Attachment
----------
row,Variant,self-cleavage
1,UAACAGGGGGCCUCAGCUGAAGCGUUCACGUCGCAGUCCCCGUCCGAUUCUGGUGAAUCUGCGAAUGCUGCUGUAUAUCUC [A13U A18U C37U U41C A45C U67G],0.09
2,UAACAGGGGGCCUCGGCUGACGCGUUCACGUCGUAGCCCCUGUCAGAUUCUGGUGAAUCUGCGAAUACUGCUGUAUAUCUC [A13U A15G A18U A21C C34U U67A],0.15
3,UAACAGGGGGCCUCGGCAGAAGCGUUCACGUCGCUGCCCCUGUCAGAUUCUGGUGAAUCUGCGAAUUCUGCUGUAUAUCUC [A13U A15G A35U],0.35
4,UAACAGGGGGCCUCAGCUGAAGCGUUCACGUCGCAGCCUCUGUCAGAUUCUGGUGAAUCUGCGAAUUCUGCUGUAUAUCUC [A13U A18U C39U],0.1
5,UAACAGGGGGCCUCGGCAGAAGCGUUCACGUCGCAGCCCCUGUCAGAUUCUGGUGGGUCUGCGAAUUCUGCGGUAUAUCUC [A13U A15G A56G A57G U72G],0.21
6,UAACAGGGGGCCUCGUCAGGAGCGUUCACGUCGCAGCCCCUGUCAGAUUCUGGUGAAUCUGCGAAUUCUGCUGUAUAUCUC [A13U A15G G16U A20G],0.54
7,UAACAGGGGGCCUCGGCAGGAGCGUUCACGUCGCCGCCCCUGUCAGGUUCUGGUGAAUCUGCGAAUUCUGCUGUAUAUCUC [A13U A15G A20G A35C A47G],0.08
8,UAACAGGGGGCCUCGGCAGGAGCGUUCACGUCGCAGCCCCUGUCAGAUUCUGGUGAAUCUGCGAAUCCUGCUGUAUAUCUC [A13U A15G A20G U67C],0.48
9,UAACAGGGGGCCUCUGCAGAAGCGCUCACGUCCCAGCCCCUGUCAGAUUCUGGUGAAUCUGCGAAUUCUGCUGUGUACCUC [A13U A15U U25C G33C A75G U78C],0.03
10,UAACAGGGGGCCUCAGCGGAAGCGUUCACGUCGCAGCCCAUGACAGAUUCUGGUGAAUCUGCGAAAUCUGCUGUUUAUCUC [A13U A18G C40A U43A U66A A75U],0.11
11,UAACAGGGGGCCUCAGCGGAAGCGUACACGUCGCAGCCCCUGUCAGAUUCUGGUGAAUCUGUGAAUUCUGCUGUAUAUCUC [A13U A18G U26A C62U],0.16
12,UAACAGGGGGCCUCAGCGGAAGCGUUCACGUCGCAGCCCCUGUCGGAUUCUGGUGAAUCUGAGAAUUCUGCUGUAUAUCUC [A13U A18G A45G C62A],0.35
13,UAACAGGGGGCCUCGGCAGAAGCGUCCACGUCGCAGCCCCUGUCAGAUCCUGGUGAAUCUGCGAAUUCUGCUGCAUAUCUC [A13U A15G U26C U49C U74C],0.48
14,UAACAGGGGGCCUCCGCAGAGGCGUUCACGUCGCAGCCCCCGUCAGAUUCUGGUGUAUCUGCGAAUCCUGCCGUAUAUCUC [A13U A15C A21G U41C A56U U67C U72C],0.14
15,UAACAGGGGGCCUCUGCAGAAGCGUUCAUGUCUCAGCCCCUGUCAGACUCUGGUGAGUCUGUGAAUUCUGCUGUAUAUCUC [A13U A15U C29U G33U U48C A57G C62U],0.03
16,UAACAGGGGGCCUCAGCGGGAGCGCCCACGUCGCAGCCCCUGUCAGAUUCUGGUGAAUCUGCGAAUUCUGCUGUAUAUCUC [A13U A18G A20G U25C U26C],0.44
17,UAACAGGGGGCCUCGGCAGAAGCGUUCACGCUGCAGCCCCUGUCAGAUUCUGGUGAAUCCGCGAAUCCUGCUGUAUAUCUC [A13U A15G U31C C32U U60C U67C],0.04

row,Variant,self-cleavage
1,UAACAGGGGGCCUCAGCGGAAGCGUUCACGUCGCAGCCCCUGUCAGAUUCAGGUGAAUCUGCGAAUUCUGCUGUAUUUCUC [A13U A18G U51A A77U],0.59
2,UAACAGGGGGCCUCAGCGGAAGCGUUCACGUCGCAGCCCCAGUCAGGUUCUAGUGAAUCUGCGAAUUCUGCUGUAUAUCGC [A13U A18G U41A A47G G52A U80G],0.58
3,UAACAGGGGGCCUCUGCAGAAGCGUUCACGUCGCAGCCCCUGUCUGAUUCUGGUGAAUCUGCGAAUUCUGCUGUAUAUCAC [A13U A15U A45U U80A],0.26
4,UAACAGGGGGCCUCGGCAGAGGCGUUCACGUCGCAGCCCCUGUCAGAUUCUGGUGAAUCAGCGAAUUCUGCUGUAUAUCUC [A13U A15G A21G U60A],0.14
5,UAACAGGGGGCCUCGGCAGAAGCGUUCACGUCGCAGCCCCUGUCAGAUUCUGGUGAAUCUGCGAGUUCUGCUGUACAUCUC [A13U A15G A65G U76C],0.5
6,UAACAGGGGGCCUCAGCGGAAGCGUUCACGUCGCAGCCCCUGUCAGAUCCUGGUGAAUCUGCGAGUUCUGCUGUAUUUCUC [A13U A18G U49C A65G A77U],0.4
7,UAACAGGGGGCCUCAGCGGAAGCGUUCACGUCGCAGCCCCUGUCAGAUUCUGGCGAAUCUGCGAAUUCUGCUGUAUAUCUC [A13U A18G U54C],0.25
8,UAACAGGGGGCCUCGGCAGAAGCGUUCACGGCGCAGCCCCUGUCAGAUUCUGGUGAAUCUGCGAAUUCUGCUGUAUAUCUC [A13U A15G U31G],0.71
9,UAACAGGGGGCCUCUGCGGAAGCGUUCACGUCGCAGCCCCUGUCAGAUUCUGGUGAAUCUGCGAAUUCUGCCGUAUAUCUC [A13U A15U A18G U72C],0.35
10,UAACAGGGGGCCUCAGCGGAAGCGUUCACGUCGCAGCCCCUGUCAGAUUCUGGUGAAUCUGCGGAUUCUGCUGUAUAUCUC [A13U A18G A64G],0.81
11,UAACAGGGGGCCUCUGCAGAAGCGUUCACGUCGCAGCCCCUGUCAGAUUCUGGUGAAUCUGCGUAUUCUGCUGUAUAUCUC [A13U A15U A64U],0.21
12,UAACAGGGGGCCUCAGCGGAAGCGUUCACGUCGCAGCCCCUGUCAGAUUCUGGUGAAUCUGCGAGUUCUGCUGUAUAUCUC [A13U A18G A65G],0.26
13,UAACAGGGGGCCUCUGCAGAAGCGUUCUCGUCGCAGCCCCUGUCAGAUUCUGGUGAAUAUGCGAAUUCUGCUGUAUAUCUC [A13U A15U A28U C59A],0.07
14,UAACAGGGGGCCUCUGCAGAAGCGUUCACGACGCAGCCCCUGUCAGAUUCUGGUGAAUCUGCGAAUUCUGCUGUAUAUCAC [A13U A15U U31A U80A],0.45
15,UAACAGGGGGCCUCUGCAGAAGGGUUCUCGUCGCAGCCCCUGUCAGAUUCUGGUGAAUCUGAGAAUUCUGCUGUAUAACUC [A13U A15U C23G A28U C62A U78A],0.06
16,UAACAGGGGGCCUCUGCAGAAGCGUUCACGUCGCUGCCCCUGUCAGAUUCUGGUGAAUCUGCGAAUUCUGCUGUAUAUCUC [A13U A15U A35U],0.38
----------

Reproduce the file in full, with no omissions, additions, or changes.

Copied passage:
row,Variant,self-cleavage
1,UAACAGGGGGCCUCAGCUGAAGCGUUCACGUCGCAGUCCCCGUCCGAUUCUGGUGAAUCUGCGAAUGCUGCUGUAUAUCUC [A13U A18U C37U U41C A45C U67G],0.09
2,UAACAGGGGGCCUCGGCUGACGCGUUCACGUCGUAGCCCCUGUCAGAUUCUGGUGAAUCUGCGAAUACUGCUGUAUAUCUC [A13U A15G A18U A21C C34U U67A],0.15
3,UAACAGGGGGCCUCGGCAGAAGCGUUCACGUCGCUGCCCCUGUCAGAUUCUGGUGAAUCUGCGAAUUCUGCUGUAUAUCUC [A13U A15G A35U],0.35
4,UAACAGGGGGCCUCAGCUGAAGCGUUCACGUCGCAGCCUCUGUCAGAUUCUGGUGAAUCUGCGAAUUCUGCUGUAUAUCUC [A13U A18U C39U],0.1
5,UAACAGGGGGCCUCGGCAGAAGCGUUCACGUCGCAGCCCCUGUCAGAUUCUGGUGGGUCUGCGAAUUCUGCGGUAUAUCUC [A13U A15G A56G A57G U72G],0.21
6,UAACAGGGGGCCUCGUCAGGAGCGUUCACGUCGCAGCCCCUGUCAGAUUCUGGUGAAUCUGCGAAUUCUGCUGUAUAUCUC [A13U A15G G16U A20G],0.54
7,UAACAGGGGGCCUCGGCAGGAGCGUUCACGUCGCCGCCCCUGUCAGGUUCUGGUGAAUCUGCGAAUUCUGCUGUAUAUCUC [A13U A15G A20G A35C A47G],0.08
8,UAACAGGGGGCCUCGGCAGGAGCGUUCACGUCGCAGCCCCUGUCAGAUUCUGGUGAAUCUGCGAAUCCUGCUGUAUAUCUC [A13U A15G A20G U67C],0.48
9,UAACAGGGGGCCUCUGCAGAAGCGCUCACGUCCCAGCCCCUGUCAGAUUCUGGUGAAUCUGCGAAUUCUGCUGUGUACCUC [A13U A15U U25C G33C A75G U78C],0.03
10,UAACAGGGGGCCUCAGCGGAAGCGUUCACGUCGCAGCCCAUGACAGAUUCUGGUGAAUCUGCGAAAUCUGCUGUUUAUCUC [A13U A18G C40A U43A U66A A75U],0.11
11,UAACAGGGGGCCUCAGCGGAAGCGUACACGUCGCAGCCCCUGUCAGAUUCUGGUGAAUCUGUGAAUUCUGCUGUAUAUCUC [A13U A18G U26A C62U],0.16
12,UAACAGGGGGCCUCAGCGGAAGCGUUCACGUCGCAGCCCCUGUCGGAUUCUGGUGAAUCUGAGAAUUCUGCUGUAUAUCUC [A13U A18G A45G C62A],0.35
13,UAACAGGGGGCCUCGGCAGAAGCGUCCACGUCGCAGCCCCUGUCAGAUCCUGGUGAAUCUGCGAAUUCUGCUGCAUAUCUC [A13U A15G U26C U49C U74C],0.48
14,UAACAGGGGGCCUCCGCAGAGGCGUUCACGUCGCAGCCCCCGUCAGAUUCUGGUGUAUCUGCGAAUCCUGCCGUAUAUCUC [A13U A15C A21G U41C A56U U67C U72C],0.14
15,UAACAGGGGGCCUCUGCAGAAGCGUUCAUGUCUCAGCCCCUGUCAGACUCUGGUGAGUCUGUGAAUUCUGCUGUAUAUCUC [A13U A15U C29U G33U U48C A57G C62U],0.03
16,UAACAGGGGGCCUCAGCGGGAGCGCCCACGUCGCAGCCCCUGUCAGAUUCUGGUGAAUCUGCGAAUUCUGCUGUAUAUCUC [A13U A18G A20G U25C U26C],0.44
17,UAACAGGGGGCCUCGGCAGAAGCGUUCACGCUGCAGCCCCUGUCAGAUUCUGGUGAAUCCGCGAAUCCUGCUGUAUAUCUC [A13U A15G U31C C32U U60C U67C],0.04

row,Variant,self-cleavage
1,UAACAGGGGGCCUCAGCGGAAGCGUUCACGUCGCAGCCCCUGUCAGAUUCAGGUGAAUCUGCGAAUUCUGCUGUAUUUCUC [A13U A18G U51A A77U],0.59
2,UAACAGGGGGCCUCAGCGGAAGCGUUCACGUCGCAGCCCCAGUCAGGUUCUAGUGAAUCUGCGAAUUCUGCUGUAUAUCGC [A13U A18G U41A A47G G52A U80G],0.58
3,UAACAGGGGGCCUCUGCAGAAGCGUUCACGUCGCAGCCCCUGUCUGAUUCUGGUGAAUCUGCGAAUUCUGCUGUAUAUCAC [A13U A15U A45U U80A],0.26
4,UAACAGGGGGCCUCGGCAGAGGCGUUCACGUCGCAGCCCCUGUCAGAUUCUGGUGAAUCAGCGAAUUCUGCUGUAUAUCUC [A13U A15G A21G U60A],0.14
5,UAACAGGGGGCCUCGGCAGAAGCGUUCACGUCGCAGCCCCUGUCAGAUUCUGGUGAAUCUGCGAGUUCUGCUGUACAUCUC [A13U A15G A65G U76C],0.5
6,UAACAGGGGGCCUCAGCGGAAGCGUUCACGUCGCAGCCCCUGUCAGAUCCUGGUGAAUCUGCGAGUUCUGCUGUAUUUCUC [A13U A18G U49C A65G A77U],0.4
7,UAACAGGGGGCCUCAGCGGAAGCGUUCACGUCGCAGCCCCUGUCAGAUUCUGGCGAAUCUGCGAAUUCUGCUGUAUAUCUC [A13U A18G U54C],0.25
8,UAACAGGGGGCCUCGGCAGAAGCGUUCACGGCGCAGCCCCUGUCAGAUUCUGGUGAAUCUGCGAAUUCUGCUGUAUAUCUC [A13U A15G U31G],0.71
9,UAACAGGGGGCCUCUGCGGAAGCGUUCACGUCGCAGCCCCUGUCAGAUUCUGGUGAAUCUGCGAAUUCUGCCGUAUAUCUC [A13U A15U A18G U72C],0.35
10,UAACAGGGGGCCUCAGCGGAAGCGUUCACGUCGCAGCCCCUGUCAGAUUCUGGUGAAUCUGCGGAUUCUGCUGUAUAUCUC [A13U A18G A64G],0.81
11,UAACAGGGGGCCUCUGCAGAAGCGUUCACGUCGCAGCCCCUGUCAGAUUCUGGUGAAUCUGCGUAUUCUGCUGUAUAUCUC [A13U A15U A64U],0.21
12,UAACAGGGGGCCUCAGCGGAAGCGUUCACGUCGCAGCCCCUGUCAGAUUCUGGUGAAUCUGCGAGUUCUGCUGUAUAUCUC [A13U A18G A65G],0.26
13,UAACAGGGGGCCUCUGCAGAAGCGUUCUCGUCGCAGCCCCUGUCAGAUUCUGGUGAAUAUGCGAAUUCUGCUGUAUAUCUC [A13U A15U A28U C59A],0.07
14,UAACAGGGGGCCUCUGCAGAAGCGUUCACGACGCAGCCCCUGUCAGAUUCUGGUGAAUCUGCGAAUUCUGCUGUAUAUCAC [A13U A15U U31A U80A],0.45
15,UAACAGGGGGCCUCUGCAGAAGGGUUCUCGUCGCAGCCCCUGUCAGAUUCUGGUGAAUCUGAGAAUUCUGCUGUAUAACUC [A13U A15U C23G A28U C62A U78A],0.06
16,UAACAGGGGGCCUCUGCAGAAGCGUUCACGUCGCUGCCCCUGUCAGAUUCUGGUGAAUCUGCGAAUUCUGCUGUAUAUCUC [A13U A15U A35U],0.38